Republican Summit A ‘Watershed Moment’
The Rockaway Republicans drew a diverse group of about 85 GOPers to a grassroots gathering in Belle Harbor this week. They concluded their party is in dire straits at the state level and that its leadership is to blame.
The New York Republican Party is “spiraling downwards towards irrelevancy and complete collapse,” said Michael Benjamin, Chairman of “Save New York,” a political action committee. “The Republican Party has laid down its arms to create a cozy relationship [with democrats] for an elite few,” he charged.
State Senator Serphin Maltese pointed to the senate race where Howard Mills challenged Chuck Schumer and suffered an embarrassing loss by a record-breaking margin. Maltese, who said Mills’ challenge amounted to no challenge at all, termed the competition “a romp.”
Ed Coyne, of the Queens County Executive Committee, took a more rhetorical approach.
“What’s wrong with the party? It’s the leadership,” Coyne announced. He said he was harshly criticized after he booed State fellow republican Joseph L. Bruno, State Senate Majority Leader in Albany “over leadership.” Coyne also pointed to last year’s assembly race in Rockaway, where democratic incumbent Audrey Pheffer ran unopposed.
“If you run a candidate against Audrey Pheffer, you have a good chance to beat her. And I hope you do,” Coyne added.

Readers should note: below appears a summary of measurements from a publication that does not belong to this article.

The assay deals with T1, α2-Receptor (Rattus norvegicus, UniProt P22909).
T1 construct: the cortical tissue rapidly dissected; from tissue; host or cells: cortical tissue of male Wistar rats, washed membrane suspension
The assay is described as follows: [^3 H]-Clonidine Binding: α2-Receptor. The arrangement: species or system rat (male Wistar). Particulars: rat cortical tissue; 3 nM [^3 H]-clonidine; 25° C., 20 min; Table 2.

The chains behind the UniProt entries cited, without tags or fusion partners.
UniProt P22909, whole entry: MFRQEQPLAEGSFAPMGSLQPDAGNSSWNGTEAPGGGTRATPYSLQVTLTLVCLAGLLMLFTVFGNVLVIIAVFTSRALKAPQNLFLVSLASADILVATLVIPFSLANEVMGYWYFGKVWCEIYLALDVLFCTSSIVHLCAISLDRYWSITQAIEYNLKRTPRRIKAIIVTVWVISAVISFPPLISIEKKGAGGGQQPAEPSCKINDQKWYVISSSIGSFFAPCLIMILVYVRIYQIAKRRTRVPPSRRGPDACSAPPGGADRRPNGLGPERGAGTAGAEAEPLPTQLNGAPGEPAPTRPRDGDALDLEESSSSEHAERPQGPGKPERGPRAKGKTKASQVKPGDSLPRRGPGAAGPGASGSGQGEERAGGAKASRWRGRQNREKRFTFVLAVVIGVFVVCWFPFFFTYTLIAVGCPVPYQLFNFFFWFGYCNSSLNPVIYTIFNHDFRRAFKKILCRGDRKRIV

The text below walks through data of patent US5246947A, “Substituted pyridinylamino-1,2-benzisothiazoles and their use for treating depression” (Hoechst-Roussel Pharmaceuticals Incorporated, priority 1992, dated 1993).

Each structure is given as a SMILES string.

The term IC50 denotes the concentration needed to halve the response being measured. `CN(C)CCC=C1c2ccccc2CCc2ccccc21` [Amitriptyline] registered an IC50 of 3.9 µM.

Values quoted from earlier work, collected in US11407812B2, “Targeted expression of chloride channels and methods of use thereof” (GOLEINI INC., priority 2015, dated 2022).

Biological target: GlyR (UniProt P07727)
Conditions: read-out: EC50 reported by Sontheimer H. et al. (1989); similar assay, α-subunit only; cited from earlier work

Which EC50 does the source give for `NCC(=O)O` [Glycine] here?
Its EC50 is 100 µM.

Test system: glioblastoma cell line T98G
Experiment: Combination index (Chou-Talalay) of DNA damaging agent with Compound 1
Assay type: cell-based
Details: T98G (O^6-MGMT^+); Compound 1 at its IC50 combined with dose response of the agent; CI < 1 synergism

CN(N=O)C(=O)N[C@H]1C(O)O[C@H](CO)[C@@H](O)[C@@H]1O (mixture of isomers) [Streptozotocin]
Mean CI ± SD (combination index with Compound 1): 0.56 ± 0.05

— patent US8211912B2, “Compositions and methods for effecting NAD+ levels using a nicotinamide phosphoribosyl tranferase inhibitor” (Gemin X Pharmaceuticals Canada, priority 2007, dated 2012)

The solution, they seemed to agree, is a grassroots movement – not action from the party leadership down. Benjamin said that the party would reflect on the summit as a “watershed” moment in its history.
The other speakers echoed Benjamin and Maltese’s sentiments at the three-hour “Republican Summit” held at the Belle Harbor Yacht Club Tuesday night, which was far from a stuffy snooze fest: Attendees filled every available seat, many leaned forward with their heads up, taking notes. About a third of the crowd had to stand along the edge of the room or in the club’s entrance. Their attention was undivided.
The speeches were followed by a two-hour open discussion where Mayor Michael Bloomberg’s performance for the Republican Party came under both criticism and praise. One man called for Governor George Pataki to step down for failing to lead the party to the success that is seen on the national level. Moderator Patrick Hurley worked at keeping the focus on the grassroots effort and uniting the different groups who were present.
The strong showing of 85 people on a cold and soggy night – about half of them non-residents – was a victory in itself, said Tom Lynch, President of the Rockaway Republicans.
“We already accomplished a goal by getting 60 people together,” he said about 15 minutes before the meeting – estimating the size of the crowd at that moment.
“We’ve basically been isolated from each other,” George Greco, Chairman of the Board of the Rockaway Republicans, said during his speaking time.
It was unclear what the next move for the groups will be.
“We’re hoping that people who are more astute will take the ball,” said Lynch, who added that his group’s primary focus is earning their charter. He suggested the Manhattan Young Republicans, who co-sponsored the event, along with the Regular Republican Club of Woodside, The Brooklyn Young Republicans, and The New York State Republican Liberty Caucus.